Dictators’ Drinks at the Pub. A Role Play on the Strategic Use of Power and Violence
by Adnan Rasool, University of Tennessee at Martin
Intro level classes are notoriously hard in terms of getting complex concepts across to students. In most instances, such classes are listed as general education requirements and attract students who are mostly non – political science majors. This presents an extra layer of challenge for teachers trying to get the concepts across to non-majors. Based on experiences at a rural regional comprehensive university, in this paper we offer an innovative new approach that can assist in getting materials and concepts across to students irrespective of their major in an intro level international relations/world politics class. Our approach, the learning arc framework, synthesizes student learning into a four-step process; whereby students identify the concept, personalize it, relate to it in practical terms and justify it. This approach has shown promise in the classroom in the last few semesters that it has been deployed.
Our approach relies on using pop culture to help students relate to the concepts and personalize them. Specifically, in this paper we use music choices of our students to help them understand theories of international relations. Following the four-step process, we asked our students to first list the main theories of IR and then inquired what musicians in their opinions related most to which theory. We then asked our students why they made that choice and inquired what songs by the artists led them to this decision. Finally, we asked our students to justify their own choice of what theories relates most closely to their own worldview. By assigning an artist to a theory, we noticed students had better retention of what each theory did and how it applied in the real world.
For instance, Taylor Swift was consistently referred to as a constructivist given how she has evolved over time as an artist and how she interacts with others. Similarly, Kanye West was consistently presented as an example of someone who is a realist because students viewed him as someone looking out for his own interests with disregard to everyone around him. We acknowledge that this might not be the most accurate depiction of what constructivism and realism are in terms of academia but given that most of our students are non-majors looking to complete a general education requirement, this method at least ensured they had recall of what the theories are and what they refer to.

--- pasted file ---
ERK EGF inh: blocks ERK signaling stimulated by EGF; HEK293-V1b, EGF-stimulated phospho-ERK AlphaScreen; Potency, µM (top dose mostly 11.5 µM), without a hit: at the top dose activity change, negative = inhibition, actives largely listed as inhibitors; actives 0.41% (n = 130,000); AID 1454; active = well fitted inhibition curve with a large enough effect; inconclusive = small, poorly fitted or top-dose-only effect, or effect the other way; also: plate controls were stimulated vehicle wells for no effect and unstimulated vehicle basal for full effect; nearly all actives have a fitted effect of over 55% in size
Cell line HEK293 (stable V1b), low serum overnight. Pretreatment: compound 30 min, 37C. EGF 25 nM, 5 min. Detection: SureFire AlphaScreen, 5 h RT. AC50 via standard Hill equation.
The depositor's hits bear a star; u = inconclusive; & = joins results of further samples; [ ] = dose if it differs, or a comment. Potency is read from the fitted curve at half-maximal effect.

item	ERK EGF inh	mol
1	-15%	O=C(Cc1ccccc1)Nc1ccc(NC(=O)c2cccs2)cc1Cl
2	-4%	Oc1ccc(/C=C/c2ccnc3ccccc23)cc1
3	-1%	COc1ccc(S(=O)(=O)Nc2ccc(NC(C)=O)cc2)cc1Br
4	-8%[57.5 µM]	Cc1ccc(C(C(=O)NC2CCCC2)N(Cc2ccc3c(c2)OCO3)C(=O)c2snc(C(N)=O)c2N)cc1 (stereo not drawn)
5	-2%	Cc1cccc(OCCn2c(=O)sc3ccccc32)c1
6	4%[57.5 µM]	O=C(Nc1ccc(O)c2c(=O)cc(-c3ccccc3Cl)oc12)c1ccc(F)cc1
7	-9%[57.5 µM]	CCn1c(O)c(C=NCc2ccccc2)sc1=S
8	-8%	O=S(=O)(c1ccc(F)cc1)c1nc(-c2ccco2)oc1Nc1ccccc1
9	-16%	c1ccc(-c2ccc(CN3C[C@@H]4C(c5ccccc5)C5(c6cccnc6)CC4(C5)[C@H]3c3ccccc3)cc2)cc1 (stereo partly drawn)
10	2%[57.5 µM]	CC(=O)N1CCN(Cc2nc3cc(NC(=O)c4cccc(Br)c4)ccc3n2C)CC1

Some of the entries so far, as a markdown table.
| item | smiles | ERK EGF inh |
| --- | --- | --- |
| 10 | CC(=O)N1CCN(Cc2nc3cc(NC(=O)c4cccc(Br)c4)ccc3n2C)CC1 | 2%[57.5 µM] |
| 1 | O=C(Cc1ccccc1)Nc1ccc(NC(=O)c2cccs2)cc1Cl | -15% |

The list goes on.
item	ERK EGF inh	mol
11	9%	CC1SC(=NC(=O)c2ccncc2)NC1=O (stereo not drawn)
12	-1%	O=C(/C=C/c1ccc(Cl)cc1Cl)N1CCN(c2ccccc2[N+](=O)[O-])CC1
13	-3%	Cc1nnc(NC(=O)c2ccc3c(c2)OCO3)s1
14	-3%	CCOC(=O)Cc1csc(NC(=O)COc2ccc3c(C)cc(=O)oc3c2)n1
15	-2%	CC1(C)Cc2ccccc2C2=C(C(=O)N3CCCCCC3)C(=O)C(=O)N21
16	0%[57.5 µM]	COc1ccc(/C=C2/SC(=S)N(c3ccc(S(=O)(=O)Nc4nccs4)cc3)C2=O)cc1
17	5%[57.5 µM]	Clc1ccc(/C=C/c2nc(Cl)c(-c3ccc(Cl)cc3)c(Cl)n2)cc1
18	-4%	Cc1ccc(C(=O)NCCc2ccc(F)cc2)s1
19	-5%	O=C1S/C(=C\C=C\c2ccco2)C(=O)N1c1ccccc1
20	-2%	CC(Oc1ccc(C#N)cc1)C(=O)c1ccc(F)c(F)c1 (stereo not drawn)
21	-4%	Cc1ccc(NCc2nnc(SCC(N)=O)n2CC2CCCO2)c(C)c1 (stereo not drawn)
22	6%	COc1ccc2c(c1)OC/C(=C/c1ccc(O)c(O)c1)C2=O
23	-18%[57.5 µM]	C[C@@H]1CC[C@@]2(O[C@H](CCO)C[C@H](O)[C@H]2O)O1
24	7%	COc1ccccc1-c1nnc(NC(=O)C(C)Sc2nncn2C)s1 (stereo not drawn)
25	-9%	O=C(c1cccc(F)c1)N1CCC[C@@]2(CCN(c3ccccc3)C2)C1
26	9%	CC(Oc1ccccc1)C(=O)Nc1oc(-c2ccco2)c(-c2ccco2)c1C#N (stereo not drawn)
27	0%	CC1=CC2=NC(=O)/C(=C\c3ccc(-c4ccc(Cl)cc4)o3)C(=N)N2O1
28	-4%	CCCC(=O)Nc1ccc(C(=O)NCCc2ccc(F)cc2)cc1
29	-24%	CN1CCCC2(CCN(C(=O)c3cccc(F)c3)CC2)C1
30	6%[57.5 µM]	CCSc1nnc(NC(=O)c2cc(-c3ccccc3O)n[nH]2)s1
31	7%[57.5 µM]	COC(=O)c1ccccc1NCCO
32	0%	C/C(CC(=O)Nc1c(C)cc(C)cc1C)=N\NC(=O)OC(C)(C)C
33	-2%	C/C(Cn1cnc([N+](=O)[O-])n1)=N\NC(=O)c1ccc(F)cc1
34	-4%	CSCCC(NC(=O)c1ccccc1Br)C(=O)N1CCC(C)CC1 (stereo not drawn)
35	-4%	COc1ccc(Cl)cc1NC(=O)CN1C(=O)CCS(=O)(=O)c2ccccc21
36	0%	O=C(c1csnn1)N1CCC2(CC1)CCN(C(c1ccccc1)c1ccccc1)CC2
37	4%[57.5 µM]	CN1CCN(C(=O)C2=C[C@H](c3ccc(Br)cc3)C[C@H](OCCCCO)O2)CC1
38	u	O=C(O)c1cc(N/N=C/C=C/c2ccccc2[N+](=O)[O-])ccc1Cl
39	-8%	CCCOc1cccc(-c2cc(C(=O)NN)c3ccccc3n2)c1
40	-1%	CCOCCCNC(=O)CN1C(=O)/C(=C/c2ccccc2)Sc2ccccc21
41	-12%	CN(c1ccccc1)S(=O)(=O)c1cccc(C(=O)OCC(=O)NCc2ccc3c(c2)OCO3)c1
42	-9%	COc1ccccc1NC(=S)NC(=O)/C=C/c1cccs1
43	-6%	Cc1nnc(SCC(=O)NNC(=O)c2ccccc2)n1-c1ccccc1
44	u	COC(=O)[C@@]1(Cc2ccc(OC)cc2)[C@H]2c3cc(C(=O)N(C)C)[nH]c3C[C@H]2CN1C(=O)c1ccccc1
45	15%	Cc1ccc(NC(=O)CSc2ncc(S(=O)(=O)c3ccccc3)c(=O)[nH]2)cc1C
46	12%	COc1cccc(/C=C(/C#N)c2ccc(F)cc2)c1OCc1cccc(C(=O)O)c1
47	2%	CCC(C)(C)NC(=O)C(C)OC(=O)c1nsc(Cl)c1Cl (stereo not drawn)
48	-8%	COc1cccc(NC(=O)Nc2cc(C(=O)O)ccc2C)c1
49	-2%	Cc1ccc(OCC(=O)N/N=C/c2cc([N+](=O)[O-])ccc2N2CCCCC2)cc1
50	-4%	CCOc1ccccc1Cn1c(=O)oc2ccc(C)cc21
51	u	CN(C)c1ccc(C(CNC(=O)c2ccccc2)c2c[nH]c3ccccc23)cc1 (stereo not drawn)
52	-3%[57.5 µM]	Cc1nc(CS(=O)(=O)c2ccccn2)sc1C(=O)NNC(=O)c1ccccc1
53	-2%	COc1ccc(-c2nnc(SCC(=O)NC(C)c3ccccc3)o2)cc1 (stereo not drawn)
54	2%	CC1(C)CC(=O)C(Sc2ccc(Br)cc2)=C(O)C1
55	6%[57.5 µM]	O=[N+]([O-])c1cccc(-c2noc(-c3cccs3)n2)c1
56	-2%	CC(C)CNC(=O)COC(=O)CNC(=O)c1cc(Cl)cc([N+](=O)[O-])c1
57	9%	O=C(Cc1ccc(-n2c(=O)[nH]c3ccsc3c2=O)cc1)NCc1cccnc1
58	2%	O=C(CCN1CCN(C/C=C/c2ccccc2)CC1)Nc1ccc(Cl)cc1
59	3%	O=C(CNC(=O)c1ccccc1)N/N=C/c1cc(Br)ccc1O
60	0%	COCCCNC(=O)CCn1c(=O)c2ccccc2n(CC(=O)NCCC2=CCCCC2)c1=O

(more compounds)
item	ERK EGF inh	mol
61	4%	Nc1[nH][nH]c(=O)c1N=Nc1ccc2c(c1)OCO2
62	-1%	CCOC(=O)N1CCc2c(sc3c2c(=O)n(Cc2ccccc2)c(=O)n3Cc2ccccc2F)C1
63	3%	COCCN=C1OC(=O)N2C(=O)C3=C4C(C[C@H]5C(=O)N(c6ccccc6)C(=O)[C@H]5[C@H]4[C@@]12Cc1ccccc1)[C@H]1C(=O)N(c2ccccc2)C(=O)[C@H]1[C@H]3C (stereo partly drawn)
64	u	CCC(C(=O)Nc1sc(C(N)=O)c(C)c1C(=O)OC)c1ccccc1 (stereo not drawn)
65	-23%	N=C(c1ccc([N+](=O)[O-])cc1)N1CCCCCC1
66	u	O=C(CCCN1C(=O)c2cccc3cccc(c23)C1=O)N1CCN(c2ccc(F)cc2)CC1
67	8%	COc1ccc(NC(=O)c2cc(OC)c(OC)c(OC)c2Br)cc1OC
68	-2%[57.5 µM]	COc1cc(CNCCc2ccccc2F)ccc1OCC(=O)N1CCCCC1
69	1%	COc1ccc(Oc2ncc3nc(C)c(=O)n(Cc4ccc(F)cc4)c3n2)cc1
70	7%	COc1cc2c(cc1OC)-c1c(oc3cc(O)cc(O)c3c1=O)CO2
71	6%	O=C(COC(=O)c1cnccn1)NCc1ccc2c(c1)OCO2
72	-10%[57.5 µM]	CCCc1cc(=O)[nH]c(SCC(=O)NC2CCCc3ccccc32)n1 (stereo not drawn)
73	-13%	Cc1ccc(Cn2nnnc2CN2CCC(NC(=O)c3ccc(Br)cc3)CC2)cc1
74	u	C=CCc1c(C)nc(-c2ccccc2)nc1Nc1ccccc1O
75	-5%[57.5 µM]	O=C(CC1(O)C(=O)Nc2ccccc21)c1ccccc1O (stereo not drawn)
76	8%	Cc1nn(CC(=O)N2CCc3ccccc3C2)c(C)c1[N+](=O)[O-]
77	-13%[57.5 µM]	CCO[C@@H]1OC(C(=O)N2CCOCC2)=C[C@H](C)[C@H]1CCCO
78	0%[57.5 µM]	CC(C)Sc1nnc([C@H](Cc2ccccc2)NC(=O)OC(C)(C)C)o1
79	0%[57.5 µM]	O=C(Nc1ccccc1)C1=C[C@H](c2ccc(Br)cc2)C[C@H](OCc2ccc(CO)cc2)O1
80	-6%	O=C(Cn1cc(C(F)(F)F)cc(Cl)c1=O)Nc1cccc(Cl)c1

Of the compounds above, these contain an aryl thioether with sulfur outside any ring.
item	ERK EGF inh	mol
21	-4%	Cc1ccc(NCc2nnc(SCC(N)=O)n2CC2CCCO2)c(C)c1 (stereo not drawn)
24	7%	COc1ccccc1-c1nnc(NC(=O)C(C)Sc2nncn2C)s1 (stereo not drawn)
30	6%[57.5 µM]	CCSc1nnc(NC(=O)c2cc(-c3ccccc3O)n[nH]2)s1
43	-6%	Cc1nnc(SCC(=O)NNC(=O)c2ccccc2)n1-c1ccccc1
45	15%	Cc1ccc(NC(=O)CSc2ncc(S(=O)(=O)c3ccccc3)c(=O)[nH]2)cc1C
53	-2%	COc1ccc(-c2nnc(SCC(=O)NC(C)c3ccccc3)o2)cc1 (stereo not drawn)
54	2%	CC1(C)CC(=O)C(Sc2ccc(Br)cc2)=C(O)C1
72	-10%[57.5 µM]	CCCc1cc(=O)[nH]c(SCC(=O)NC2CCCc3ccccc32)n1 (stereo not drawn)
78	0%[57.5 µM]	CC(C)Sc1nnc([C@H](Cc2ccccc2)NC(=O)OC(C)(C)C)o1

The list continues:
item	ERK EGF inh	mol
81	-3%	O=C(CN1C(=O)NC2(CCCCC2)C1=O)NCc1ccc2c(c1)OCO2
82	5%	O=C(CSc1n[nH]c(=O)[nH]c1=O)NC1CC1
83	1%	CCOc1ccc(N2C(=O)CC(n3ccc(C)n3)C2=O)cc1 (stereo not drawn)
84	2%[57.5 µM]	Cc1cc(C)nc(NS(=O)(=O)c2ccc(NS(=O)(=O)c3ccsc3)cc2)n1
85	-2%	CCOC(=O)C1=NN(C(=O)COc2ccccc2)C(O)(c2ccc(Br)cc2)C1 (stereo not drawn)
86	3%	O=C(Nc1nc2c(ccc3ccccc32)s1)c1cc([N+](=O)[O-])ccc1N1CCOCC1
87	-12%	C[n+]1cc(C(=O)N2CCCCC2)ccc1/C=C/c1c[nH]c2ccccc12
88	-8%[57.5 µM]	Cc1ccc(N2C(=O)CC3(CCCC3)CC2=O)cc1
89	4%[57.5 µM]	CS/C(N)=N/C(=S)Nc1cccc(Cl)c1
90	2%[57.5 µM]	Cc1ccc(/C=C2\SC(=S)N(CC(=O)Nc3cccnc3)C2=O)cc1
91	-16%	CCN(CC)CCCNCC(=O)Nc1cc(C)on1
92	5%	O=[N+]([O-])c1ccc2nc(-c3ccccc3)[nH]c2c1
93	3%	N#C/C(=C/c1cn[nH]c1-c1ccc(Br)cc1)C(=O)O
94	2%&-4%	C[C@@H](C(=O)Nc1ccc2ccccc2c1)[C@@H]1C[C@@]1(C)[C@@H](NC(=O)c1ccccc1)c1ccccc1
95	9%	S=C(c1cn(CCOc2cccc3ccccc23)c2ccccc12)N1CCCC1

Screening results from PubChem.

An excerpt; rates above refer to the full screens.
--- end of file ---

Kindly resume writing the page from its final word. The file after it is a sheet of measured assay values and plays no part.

Our paper contends that the learning arc framework works and can be utilized in different manners, with music being just one approach. Additionally, we found this approach works best for freshmen and sophomores i.e., they score higher on assignments and quizzes related to the material after this approach is deployed in class. We hope this contributes to the growing pedagogical literature on improving classroom learning experiences in political science using pop culture.
This Educate-JPSE collaboration brings together articles published in the Journal of Political Science Education that discuss classroom approaches related to teaching about race, racism, social justice and civic action. Our reading list offers a range of materials – from syllabi, reading lists to active learning assignments – that discuss classroom practices through the lens of identity, gender and power relations. It includes a model for professors who are interested in partnering with local community activists to design civically engaged courses, with specific examples covering research and organizing around affordable housing issues.
The Journal of Political Science Education is an intellectually rigorous, path-breaking, agenda-setting journal that publishes the highest quality scholarship on teaching and pedagogical issues in political science. The journal aims to represent the full range of questions, issues and approaches regarding political science education, including teaching-related issues, methods and techniques, learning/teaching activities and devices, educational assessment in political science, graduate education, and curriculum development.